Both parties face significant political risks if they fail to resolve their budget disagreements and avert a government shutdown, a new NBC News/Wall Street Journal poll shows.
The survey, conducted in the run-up toward the April 8 deadline for extending the federal government's funding, found that most Americans neither want nor expect a shutdown.
Fully three in four predicted that political leaders will resolve their disagreements and avoid one. Six in 10 want Congress and the White House "to make the necessary compromises to keep the federal government running."
"People are not psychologically there," said Democratic pollster Peter Hart, who conducts the NBC/WSJ survey with Republican counterpart Bill McInturff.
For now, the survey shows that a 37 percent plurality would blame Congressional Republicans if a shutdown occurs. Some 20 percent say they'd blame Congressional Democrats and another 20 percent would blame President Obama.
Republicans have long feared a repeat of their setbacks in 1995-1996 after a budget stalemate between President Clinton and Republican Congress produced a government shutdown. But the actual political effects won't be known unless and until a shutdown actually occurs.
In one respect, public finger-pointing toward Republicans would be no surprise: in the poll, a 56 percent majority of self-described Republicans say they want their representatives in Congress to stick to their positions rather than compromise.
An even larger majority of Tea Party Republicans rejects the idea of compromise. By contrast, roughly two-thirds of self-described Democrats say their want their representatives to compromise.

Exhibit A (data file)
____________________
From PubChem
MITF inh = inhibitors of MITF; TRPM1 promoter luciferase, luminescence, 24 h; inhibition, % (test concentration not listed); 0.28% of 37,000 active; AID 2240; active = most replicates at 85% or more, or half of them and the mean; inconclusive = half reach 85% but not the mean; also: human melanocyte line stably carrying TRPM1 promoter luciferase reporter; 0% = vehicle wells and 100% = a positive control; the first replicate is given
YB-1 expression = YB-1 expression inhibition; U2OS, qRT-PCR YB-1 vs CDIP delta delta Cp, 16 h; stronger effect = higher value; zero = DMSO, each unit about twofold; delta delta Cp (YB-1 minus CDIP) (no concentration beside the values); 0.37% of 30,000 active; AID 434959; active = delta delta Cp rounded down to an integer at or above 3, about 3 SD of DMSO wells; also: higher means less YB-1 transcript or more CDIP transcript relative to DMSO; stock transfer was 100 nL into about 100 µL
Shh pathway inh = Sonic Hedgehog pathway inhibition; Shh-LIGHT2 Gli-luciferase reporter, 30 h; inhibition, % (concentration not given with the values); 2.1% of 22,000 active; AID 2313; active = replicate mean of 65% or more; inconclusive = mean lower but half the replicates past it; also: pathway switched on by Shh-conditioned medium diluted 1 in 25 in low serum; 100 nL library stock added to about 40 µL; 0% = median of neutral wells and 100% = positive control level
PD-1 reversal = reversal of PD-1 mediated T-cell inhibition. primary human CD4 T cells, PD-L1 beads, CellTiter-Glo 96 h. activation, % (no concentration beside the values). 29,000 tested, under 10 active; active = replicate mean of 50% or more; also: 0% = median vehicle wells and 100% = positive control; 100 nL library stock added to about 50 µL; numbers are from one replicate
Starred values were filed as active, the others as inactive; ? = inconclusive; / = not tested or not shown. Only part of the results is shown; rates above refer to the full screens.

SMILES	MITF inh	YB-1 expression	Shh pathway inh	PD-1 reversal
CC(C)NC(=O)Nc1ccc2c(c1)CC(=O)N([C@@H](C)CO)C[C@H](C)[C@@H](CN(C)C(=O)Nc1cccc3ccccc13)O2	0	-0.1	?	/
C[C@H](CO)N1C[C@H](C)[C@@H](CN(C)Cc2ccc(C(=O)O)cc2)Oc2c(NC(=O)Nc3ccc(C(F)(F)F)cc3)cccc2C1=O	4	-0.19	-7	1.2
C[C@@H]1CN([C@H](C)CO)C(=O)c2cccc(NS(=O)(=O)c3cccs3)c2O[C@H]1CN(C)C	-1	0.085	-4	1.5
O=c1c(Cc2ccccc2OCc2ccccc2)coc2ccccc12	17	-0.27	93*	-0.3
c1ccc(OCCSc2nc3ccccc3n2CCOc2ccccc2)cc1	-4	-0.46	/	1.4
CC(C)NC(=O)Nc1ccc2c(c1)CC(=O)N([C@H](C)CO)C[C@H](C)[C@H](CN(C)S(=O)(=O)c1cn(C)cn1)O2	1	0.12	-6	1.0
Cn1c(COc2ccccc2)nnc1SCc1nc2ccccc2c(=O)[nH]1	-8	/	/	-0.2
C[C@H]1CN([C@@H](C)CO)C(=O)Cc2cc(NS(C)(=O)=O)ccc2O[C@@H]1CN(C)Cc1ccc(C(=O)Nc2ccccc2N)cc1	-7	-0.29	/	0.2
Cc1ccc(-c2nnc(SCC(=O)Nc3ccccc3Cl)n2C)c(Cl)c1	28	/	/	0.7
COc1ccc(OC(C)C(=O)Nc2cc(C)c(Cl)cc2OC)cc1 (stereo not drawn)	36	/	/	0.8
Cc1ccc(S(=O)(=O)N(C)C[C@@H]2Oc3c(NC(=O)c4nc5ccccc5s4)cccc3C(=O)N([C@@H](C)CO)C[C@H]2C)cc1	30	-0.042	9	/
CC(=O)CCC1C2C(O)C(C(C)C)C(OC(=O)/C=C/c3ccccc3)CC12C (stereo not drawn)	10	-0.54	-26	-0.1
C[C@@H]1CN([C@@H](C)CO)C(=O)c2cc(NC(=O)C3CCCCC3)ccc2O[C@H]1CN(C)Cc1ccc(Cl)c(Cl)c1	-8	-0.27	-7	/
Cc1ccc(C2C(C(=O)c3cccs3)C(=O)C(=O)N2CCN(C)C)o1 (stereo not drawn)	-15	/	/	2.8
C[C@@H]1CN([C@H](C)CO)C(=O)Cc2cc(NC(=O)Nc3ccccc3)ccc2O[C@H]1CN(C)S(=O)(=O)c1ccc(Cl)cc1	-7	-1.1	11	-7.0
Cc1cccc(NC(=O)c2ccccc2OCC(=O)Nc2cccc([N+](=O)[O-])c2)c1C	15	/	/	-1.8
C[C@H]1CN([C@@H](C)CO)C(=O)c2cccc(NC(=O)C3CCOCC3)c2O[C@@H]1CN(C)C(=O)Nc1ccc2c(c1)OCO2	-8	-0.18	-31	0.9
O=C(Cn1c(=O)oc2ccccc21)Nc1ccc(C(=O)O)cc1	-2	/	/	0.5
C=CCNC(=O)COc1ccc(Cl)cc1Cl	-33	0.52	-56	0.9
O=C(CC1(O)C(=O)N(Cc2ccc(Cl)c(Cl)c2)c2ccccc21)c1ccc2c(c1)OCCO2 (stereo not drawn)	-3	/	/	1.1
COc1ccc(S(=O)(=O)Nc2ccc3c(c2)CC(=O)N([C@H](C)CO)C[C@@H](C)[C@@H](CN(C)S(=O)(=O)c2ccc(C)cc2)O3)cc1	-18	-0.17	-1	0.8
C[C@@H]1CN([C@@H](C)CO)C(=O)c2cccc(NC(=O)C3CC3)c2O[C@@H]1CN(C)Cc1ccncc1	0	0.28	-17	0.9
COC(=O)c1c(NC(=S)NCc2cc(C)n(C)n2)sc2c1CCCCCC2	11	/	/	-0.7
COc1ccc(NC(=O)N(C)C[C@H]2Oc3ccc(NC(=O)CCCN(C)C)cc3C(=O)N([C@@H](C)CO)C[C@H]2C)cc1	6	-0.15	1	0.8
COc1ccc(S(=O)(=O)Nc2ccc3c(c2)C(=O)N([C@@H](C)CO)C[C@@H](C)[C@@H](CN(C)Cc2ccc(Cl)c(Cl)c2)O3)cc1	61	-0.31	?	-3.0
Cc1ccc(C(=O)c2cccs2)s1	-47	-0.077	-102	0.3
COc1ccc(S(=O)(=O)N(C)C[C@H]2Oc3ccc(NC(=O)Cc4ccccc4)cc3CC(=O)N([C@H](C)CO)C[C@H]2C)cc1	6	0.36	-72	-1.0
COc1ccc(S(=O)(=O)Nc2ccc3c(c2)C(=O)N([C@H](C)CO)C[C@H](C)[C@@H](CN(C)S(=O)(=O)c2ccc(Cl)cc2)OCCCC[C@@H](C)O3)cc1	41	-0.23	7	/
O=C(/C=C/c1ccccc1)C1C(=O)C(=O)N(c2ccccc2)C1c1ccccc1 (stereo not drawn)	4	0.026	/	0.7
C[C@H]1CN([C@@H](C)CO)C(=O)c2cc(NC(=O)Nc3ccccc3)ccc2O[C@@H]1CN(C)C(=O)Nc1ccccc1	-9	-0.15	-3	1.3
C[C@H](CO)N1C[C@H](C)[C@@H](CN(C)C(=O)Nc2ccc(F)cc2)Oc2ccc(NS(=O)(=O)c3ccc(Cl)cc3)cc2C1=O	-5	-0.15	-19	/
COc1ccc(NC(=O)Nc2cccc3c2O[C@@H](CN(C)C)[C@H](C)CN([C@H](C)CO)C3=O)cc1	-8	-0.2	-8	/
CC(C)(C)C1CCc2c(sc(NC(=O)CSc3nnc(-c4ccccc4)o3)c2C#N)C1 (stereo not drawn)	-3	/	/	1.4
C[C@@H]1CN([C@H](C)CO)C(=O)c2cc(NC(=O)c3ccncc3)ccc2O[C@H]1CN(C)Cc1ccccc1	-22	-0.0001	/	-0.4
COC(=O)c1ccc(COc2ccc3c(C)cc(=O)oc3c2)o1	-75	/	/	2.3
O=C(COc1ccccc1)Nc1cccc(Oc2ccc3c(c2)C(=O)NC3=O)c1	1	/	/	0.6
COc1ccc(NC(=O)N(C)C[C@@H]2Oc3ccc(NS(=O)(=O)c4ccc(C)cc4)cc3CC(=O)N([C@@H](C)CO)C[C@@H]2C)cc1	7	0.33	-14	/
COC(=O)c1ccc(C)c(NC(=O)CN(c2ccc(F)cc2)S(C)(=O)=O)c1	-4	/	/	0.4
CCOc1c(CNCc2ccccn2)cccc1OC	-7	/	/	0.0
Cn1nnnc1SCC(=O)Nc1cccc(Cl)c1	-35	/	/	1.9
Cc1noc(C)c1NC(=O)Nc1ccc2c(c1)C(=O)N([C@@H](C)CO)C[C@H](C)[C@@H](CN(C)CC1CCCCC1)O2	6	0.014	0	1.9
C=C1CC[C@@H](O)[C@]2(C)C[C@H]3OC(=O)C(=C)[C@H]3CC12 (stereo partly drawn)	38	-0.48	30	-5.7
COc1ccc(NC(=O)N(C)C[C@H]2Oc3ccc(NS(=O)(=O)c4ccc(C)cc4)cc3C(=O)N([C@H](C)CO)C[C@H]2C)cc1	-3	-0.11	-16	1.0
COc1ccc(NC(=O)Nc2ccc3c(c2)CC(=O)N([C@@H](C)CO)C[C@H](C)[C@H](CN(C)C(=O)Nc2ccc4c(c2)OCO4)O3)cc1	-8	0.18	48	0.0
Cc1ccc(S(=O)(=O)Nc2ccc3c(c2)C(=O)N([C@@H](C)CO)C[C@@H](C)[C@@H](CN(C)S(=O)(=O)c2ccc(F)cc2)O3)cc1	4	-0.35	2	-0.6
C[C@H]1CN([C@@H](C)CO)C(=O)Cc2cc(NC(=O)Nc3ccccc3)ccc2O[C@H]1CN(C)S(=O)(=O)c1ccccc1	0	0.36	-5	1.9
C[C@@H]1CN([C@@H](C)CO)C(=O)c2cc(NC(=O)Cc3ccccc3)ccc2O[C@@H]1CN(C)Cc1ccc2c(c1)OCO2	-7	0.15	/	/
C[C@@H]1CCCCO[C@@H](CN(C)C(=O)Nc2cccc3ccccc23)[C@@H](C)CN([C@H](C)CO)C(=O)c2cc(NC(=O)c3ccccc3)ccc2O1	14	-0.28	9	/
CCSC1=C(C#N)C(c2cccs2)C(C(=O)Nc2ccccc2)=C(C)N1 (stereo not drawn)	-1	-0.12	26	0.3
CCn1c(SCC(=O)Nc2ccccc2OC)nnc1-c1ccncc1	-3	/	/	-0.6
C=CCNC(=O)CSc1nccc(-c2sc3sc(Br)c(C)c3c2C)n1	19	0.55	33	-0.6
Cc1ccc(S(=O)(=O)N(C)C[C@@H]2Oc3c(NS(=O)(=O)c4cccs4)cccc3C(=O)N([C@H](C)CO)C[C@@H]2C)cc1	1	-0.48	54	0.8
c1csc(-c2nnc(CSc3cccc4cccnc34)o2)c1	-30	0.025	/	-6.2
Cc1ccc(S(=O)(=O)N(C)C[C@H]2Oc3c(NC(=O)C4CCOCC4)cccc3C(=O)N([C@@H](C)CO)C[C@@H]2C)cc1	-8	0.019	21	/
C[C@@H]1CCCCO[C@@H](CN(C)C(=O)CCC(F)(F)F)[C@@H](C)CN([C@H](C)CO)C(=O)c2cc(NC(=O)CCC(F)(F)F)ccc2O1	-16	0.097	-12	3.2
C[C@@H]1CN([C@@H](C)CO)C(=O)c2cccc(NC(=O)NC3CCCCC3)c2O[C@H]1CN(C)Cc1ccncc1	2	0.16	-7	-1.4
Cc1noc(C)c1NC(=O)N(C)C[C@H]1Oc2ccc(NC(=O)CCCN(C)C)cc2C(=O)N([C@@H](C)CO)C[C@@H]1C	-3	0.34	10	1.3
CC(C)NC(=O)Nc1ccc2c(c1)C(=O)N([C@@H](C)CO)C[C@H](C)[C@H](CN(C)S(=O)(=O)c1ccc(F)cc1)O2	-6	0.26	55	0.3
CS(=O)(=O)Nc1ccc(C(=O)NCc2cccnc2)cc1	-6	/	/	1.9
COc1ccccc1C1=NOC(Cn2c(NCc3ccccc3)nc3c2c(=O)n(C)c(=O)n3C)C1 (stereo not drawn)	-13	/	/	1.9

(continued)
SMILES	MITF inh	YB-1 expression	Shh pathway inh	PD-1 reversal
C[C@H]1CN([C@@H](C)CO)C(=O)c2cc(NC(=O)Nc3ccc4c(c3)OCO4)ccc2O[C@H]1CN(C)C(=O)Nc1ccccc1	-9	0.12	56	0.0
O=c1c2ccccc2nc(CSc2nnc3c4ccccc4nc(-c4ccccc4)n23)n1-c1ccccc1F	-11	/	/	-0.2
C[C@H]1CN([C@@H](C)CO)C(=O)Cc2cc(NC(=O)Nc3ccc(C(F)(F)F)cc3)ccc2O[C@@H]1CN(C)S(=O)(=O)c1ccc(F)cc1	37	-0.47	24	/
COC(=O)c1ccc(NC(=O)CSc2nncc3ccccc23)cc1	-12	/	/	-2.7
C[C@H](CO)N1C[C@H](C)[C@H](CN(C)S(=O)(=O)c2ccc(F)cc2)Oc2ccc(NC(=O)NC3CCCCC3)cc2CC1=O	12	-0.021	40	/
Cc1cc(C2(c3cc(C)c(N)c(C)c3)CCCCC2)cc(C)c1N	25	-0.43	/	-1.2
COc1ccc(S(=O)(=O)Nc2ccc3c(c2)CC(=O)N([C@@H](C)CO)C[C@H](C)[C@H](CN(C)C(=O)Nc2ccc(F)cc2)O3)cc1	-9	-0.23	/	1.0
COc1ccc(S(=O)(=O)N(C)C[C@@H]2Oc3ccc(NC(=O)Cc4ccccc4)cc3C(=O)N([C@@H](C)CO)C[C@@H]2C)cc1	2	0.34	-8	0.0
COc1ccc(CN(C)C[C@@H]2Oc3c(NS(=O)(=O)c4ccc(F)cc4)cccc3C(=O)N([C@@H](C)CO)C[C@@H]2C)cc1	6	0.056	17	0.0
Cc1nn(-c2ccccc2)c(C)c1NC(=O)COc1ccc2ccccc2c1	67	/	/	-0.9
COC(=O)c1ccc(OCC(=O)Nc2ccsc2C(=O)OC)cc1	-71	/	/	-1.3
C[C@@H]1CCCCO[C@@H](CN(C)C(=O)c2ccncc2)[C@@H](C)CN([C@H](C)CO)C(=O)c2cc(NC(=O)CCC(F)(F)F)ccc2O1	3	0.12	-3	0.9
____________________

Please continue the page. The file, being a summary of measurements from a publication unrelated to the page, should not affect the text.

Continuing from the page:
The potential disruption comes at a time of generally improved political conditions for Mr. Obama.
His 49 percent approval ratings is, with the exception of a brief spike over 50 percent following the January Tucson shootings, his best showing since last May.
Economic optimism has ticked up slightly amid improved hiring by businesses. The proportion predicting the economy will get worse over the next year has fallen since February to 21 percent from 29 percent; the proportion predicting improvement has ticked up to 33 percent from 29 percent.
The better mood tracks solid approval of a series of policy steps Mr. Obama has taken lately.
Some 71 percent back his decision to allow some offshore oil drilling to resume after last year's spill. Sixty-seven percent approve Mr. Obama's decision to keep the prison at Guantanamo Bay open for terror suspects, and 66 percent back his decision to support a no-fly zone in Libya.
A 58 percent majority approves Mr. Obama's decision to freeze domestic government spending, while 37 percent disapprove.
The telephone survey of 1,000 Americans, conducted March 31-April 4, carries a margin for error of 3.1 percentage points.